required for predicting transport of hazardous gases in the
atmosphere.
Concentration measurements of C02, SO2 NH3 and
other trace gases in the atmospheric boundary layer revealed
vertical (altitudinal) dependence of the concentrations (see
Georgii, 1978; Gravenhorst et al., 1978; Georgii and Miiller,
1974; Denning et al., 1995). Concentration of gases which
are not associated with photosynthesis, e.g. SO2 and
NH3, has a maximum at the Earth surface and decreases
with height over the continents. The concentration of NH3
over the continents decreases rapidly with altitude, reaching
a constant background concentration in winter and warm
days at the altitudes of about 1500 m above the ground and
3000 m above the ground, respectively (see Georgii and
Miller, 1974; Georgii, 1978). On warm days in summer the
ground concentration of NH3 is considerably higher than
that on the cold days in winter. Sulfur dioxide concentration
in the ABL (atmospheric boundary layer) is higher during
winter than during summer because of the higher
anthropogenic SO2 production caused by enhanced
combustion of fossil fuels in winter. Diurnal and seasonal
variations of CO2 distribution with altitude occur due to
the competition between different phenomena, e.g.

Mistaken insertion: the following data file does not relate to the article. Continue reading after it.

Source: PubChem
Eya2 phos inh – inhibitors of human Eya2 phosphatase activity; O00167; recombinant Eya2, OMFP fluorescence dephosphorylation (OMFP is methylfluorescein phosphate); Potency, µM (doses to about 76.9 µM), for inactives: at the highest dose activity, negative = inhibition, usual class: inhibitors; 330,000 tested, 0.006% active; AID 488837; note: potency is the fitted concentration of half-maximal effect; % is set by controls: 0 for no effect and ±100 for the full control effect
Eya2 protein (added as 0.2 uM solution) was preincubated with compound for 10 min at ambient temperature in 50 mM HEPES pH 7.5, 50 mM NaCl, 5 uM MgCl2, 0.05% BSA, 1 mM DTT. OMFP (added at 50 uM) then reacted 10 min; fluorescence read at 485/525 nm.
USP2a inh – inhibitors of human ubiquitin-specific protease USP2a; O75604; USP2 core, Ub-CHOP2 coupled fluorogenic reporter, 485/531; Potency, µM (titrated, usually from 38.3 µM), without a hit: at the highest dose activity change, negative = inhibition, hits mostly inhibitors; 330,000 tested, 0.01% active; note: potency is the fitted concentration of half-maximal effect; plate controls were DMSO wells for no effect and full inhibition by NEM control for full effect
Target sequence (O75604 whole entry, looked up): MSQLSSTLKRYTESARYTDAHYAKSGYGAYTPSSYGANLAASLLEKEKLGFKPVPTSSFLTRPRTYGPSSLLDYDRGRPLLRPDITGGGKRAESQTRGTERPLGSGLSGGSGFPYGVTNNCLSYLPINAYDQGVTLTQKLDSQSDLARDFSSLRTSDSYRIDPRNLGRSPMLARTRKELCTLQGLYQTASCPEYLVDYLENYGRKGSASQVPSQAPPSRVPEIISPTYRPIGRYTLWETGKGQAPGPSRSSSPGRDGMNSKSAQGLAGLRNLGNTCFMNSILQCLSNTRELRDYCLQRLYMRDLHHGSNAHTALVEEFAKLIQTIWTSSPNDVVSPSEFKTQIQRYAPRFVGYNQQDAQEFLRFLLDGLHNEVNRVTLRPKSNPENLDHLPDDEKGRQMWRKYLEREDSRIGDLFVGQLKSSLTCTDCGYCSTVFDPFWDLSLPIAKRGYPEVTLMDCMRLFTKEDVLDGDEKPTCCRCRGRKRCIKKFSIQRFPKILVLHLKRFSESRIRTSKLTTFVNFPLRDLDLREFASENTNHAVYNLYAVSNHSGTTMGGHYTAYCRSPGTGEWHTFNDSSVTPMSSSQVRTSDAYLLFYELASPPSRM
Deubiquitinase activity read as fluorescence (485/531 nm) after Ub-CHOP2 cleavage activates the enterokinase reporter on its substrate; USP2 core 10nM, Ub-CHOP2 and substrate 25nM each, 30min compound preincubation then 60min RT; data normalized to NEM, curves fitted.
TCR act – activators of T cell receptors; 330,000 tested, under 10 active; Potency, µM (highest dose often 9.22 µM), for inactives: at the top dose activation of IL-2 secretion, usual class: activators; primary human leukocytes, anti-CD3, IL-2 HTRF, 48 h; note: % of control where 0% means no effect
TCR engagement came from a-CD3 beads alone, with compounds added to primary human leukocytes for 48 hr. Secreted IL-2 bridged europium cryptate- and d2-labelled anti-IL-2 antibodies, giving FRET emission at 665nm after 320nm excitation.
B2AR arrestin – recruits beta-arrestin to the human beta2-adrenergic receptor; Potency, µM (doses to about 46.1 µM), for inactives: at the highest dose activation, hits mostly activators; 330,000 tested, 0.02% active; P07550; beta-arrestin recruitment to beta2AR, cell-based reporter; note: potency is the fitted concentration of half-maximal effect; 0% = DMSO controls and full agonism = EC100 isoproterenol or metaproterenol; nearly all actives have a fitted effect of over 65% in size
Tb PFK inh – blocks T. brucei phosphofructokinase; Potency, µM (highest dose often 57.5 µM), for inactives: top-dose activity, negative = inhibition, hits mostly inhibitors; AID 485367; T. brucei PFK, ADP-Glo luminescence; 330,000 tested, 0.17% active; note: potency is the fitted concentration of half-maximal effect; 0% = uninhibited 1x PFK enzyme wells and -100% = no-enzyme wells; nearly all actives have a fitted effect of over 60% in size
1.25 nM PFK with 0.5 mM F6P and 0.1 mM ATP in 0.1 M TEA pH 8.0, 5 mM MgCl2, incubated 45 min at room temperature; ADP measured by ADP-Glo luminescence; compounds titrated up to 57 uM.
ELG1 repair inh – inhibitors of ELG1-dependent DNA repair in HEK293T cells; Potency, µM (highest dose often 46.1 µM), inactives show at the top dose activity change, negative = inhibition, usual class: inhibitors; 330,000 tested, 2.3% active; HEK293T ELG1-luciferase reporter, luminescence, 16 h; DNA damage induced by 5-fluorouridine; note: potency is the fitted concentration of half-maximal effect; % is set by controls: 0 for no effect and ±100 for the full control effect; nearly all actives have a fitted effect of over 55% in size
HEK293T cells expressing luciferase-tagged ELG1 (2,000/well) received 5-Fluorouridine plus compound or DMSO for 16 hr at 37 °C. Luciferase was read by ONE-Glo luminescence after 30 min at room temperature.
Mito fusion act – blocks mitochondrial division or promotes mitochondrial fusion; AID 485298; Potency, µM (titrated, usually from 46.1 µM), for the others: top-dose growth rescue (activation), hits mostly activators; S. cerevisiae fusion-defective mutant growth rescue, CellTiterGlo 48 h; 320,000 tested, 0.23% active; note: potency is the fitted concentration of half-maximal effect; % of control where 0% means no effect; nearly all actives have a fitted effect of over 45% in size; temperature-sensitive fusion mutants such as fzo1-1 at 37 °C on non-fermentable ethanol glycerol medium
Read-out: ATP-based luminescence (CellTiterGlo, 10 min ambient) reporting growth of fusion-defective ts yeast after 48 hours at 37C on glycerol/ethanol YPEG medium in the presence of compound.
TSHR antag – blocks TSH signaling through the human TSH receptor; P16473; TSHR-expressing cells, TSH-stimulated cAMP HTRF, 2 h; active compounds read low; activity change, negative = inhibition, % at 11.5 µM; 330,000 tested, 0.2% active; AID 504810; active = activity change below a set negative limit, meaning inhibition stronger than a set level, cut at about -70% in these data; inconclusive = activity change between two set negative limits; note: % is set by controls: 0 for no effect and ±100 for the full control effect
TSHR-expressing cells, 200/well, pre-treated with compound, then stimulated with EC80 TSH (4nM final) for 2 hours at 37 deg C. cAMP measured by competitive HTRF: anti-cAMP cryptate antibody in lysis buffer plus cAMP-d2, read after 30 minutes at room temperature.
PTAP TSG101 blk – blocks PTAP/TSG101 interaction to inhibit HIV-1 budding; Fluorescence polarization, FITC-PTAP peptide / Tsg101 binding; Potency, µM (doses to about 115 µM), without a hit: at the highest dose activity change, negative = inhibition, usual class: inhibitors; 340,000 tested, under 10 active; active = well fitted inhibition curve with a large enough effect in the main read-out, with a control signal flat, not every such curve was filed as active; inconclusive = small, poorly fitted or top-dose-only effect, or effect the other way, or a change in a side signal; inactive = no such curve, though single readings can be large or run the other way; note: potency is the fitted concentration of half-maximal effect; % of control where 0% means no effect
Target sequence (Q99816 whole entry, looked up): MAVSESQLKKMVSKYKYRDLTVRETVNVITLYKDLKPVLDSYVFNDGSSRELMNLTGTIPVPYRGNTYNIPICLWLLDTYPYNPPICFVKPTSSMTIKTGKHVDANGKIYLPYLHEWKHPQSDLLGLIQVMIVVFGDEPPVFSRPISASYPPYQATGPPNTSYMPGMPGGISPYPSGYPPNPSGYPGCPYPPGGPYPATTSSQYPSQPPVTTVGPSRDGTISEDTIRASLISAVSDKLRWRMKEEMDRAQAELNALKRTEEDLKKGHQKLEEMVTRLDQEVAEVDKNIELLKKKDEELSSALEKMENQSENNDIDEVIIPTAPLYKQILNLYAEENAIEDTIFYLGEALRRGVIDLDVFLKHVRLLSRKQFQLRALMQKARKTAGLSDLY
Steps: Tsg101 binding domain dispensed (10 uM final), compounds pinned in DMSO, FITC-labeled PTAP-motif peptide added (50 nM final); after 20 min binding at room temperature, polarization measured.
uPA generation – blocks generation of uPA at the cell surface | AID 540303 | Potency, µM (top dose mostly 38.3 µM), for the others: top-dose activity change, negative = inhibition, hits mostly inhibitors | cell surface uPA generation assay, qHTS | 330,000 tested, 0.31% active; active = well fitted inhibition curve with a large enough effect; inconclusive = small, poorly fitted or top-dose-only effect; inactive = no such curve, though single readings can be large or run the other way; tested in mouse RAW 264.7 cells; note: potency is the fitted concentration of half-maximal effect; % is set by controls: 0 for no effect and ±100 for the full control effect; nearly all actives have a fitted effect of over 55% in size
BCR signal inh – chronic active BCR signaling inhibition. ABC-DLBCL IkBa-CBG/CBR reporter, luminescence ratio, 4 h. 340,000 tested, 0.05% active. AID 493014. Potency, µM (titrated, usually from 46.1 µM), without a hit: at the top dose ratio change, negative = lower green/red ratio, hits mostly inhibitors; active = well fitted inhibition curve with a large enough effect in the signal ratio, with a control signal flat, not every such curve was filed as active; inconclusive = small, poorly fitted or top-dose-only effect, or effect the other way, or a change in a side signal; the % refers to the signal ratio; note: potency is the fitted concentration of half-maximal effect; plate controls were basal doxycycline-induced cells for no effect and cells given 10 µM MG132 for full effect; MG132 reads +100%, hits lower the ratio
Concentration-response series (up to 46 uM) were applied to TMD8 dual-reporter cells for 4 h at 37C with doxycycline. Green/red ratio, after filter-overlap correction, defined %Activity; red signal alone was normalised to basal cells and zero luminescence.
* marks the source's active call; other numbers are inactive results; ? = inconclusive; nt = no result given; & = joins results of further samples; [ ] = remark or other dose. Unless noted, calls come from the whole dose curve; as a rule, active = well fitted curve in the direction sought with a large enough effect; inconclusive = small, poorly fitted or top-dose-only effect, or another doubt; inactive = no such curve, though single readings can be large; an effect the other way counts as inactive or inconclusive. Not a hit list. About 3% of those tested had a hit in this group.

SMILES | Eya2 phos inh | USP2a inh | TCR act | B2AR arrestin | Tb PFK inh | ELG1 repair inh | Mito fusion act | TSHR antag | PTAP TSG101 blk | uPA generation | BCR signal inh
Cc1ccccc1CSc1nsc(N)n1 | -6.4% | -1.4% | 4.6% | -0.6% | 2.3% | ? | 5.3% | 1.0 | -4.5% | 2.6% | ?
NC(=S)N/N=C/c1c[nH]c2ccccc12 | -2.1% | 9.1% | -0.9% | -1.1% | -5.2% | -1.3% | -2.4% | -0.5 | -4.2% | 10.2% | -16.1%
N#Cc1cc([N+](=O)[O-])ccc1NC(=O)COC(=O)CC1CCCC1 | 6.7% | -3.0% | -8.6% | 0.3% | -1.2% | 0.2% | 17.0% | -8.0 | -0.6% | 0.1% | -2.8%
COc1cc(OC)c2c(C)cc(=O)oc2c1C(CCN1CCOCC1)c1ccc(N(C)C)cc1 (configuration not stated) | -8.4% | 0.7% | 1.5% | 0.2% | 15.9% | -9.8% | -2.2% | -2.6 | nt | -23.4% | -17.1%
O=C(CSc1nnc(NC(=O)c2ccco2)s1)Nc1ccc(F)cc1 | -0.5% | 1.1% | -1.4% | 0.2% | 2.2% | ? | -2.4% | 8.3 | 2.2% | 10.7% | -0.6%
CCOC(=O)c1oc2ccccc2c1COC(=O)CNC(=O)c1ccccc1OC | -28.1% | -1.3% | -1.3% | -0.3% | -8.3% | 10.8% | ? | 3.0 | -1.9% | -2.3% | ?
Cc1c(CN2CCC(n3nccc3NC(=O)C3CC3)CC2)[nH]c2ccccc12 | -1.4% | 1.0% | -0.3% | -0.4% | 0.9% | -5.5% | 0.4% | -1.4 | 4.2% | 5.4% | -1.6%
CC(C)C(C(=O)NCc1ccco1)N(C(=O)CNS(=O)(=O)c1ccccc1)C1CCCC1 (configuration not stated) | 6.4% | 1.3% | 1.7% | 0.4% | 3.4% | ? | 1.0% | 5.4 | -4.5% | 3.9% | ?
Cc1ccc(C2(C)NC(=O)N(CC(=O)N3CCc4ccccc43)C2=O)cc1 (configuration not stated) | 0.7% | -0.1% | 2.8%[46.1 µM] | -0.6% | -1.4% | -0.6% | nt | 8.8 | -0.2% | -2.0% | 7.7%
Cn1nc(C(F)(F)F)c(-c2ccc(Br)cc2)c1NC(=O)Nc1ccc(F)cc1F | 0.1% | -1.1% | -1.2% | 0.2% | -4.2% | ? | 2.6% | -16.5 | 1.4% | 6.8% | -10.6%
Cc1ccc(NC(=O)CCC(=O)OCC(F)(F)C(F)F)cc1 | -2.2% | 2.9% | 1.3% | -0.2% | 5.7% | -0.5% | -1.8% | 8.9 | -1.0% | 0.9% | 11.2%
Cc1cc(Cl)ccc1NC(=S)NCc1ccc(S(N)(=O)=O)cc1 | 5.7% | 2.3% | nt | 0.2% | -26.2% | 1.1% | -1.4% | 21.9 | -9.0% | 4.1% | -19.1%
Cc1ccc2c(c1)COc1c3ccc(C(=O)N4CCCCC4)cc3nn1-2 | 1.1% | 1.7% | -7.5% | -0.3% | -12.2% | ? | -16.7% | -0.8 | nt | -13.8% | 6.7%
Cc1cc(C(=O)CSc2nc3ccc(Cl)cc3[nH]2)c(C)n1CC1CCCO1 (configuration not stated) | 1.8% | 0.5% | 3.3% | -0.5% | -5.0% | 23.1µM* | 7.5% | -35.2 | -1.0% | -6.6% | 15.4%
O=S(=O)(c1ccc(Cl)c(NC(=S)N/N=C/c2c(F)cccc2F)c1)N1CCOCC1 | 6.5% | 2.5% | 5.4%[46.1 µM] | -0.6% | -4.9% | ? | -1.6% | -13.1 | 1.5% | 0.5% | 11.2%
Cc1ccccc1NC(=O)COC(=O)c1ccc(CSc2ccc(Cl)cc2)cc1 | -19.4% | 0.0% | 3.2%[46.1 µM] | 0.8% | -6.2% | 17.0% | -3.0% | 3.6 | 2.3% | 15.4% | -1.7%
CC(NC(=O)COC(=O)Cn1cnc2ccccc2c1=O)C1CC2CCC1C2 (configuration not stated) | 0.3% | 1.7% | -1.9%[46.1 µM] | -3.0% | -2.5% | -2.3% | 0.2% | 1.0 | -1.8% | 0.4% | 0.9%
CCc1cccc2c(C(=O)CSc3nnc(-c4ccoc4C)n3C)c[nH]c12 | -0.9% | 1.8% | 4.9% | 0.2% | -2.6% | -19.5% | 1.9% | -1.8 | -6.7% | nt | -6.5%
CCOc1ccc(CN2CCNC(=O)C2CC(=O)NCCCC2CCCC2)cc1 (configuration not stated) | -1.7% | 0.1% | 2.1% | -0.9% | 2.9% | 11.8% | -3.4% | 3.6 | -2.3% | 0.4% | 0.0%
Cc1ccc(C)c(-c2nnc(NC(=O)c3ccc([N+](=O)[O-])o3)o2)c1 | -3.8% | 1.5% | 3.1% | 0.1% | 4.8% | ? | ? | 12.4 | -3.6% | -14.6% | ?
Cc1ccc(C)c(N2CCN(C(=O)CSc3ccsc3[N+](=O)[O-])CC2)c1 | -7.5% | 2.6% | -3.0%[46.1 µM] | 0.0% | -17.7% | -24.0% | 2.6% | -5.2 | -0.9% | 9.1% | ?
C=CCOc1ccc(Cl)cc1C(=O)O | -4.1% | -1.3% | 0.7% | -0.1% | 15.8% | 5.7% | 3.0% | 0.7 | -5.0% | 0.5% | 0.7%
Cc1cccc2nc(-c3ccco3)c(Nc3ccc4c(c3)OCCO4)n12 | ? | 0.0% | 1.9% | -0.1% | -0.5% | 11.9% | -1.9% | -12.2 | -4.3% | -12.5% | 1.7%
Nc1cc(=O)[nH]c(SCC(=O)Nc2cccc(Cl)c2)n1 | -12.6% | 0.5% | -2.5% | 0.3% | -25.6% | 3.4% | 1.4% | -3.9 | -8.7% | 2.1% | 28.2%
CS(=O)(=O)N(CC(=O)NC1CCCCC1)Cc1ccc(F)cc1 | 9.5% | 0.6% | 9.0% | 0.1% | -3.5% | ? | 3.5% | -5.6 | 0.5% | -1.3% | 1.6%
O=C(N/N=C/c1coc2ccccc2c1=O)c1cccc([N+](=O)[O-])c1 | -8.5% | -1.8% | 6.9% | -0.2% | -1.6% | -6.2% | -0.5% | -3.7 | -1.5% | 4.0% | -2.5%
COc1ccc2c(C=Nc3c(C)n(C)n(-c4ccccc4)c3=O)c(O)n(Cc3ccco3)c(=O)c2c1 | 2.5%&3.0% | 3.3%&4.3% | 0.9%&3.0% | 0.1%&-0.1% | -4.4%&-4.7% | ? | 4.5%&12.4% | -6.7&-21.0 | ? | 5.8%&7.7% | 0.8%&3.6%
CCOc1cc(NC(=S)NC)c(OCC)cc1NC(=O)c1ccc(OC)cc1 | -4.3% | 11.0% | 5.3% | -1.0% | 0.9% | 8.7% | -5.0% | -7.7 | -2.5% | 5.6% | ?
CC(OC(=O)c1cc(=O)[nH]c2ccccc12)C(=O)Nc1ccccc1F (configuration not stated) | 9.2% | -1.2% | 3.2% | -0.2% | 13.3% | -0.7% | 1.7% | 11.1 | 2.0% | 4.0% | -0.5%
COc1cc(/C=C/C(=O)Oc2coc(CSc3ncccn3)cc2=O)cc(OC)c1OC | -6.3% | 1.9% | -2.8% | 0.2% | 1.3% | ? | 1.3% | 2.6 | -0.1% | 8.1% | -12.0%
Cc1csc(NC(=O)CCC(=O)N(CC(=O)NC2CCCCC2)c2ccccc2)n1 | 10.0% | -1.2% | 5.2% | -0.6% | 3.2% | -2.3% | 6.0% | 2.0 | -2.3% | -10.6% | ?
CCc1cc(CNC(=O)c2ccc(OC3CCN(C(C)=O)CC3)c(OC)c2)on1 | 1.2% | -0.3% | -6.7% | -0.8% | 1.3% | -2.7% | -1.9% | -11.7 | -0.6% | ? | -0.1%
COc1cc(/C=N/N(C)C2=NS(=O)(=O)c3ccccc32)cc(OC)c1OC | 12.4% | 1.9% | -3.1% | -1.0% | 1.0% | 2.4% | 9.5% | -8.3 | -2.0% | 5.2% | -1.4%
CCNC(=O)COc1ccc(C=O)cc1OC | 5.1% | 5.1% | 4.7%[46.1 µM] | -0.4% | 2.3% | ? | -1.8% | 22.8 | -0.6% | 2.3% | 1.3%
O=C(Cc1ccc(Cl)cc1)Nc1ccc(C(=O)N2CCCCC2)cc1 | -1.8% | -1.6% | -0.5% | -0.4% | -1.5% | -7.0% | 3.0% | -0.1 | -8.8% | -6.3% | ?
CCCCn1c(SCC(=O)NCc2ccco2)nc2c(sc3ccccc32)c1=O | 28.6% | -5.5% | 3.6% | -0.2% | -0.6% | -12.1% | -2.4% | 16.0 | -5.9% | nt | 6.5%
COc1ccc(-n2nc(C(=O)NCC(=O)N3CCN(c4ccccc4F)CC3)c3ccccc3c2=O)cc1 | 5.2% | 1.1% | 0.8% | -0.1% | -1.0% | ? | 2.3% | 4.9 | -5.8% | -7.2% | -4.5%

photosynthesis, respiration and thermally driven buoyant
mixing (see Denning et al., 1995). Information about the
evolution of the vertical profile of soluble gases with time
allows calculating fluxes of these gases in an the ABL.
Vertical transport of soluble gases in the ABL is an integral
part of the atmospheric transport of gases and is important
for understanding the global distribution pattern of soluble
trace gases. An improved understanding of the cycle of
soluble gases is also essential for the analysis of global
climate change. Clouds and rains play essential role in
vertical redistribution of SO2 NH3 and other soluble
gases in the atmosphere. Scavenging of soluble gases, e.g.,
Paper No
SO2 NH3 by rain affects the evolution of vertical
distribution of these gases. At the same time the vertical
gradients of the soluble gases concentration in the
atmosphere affect the rate of gas absorption by rain droplets.
Note that the existing models of global transport in the
atmosphere (see, e.g. de Arellano et al., 2004) do not take
into account the influence of rains on biogeochemical cycles
of different gases.
Existence of the vertical temperature distribution in the
atmosphere was discovered in 1749 by A. Wilson (see
Wilson, 1826). Inspired by Wilson, numerous measurements
and modeling of vertical temperature distribution in the
atmosphere (see, e.g. Dines, 1911; Taylor, 1960; Manabe
and Strickler, 1964; Manabe and Wetherald, 1967) revealed
6.5Kkm1 lapse rate. Evolution of the lapse rate during
the last decades is discussed by Trenberth and Smith, (2006).
Vertical temperature profiles in atmosphere during nocturnal
inversions were investigated experimentally and
theoretically, e.g. by Anfossi et al. (1976), Surridge (1986),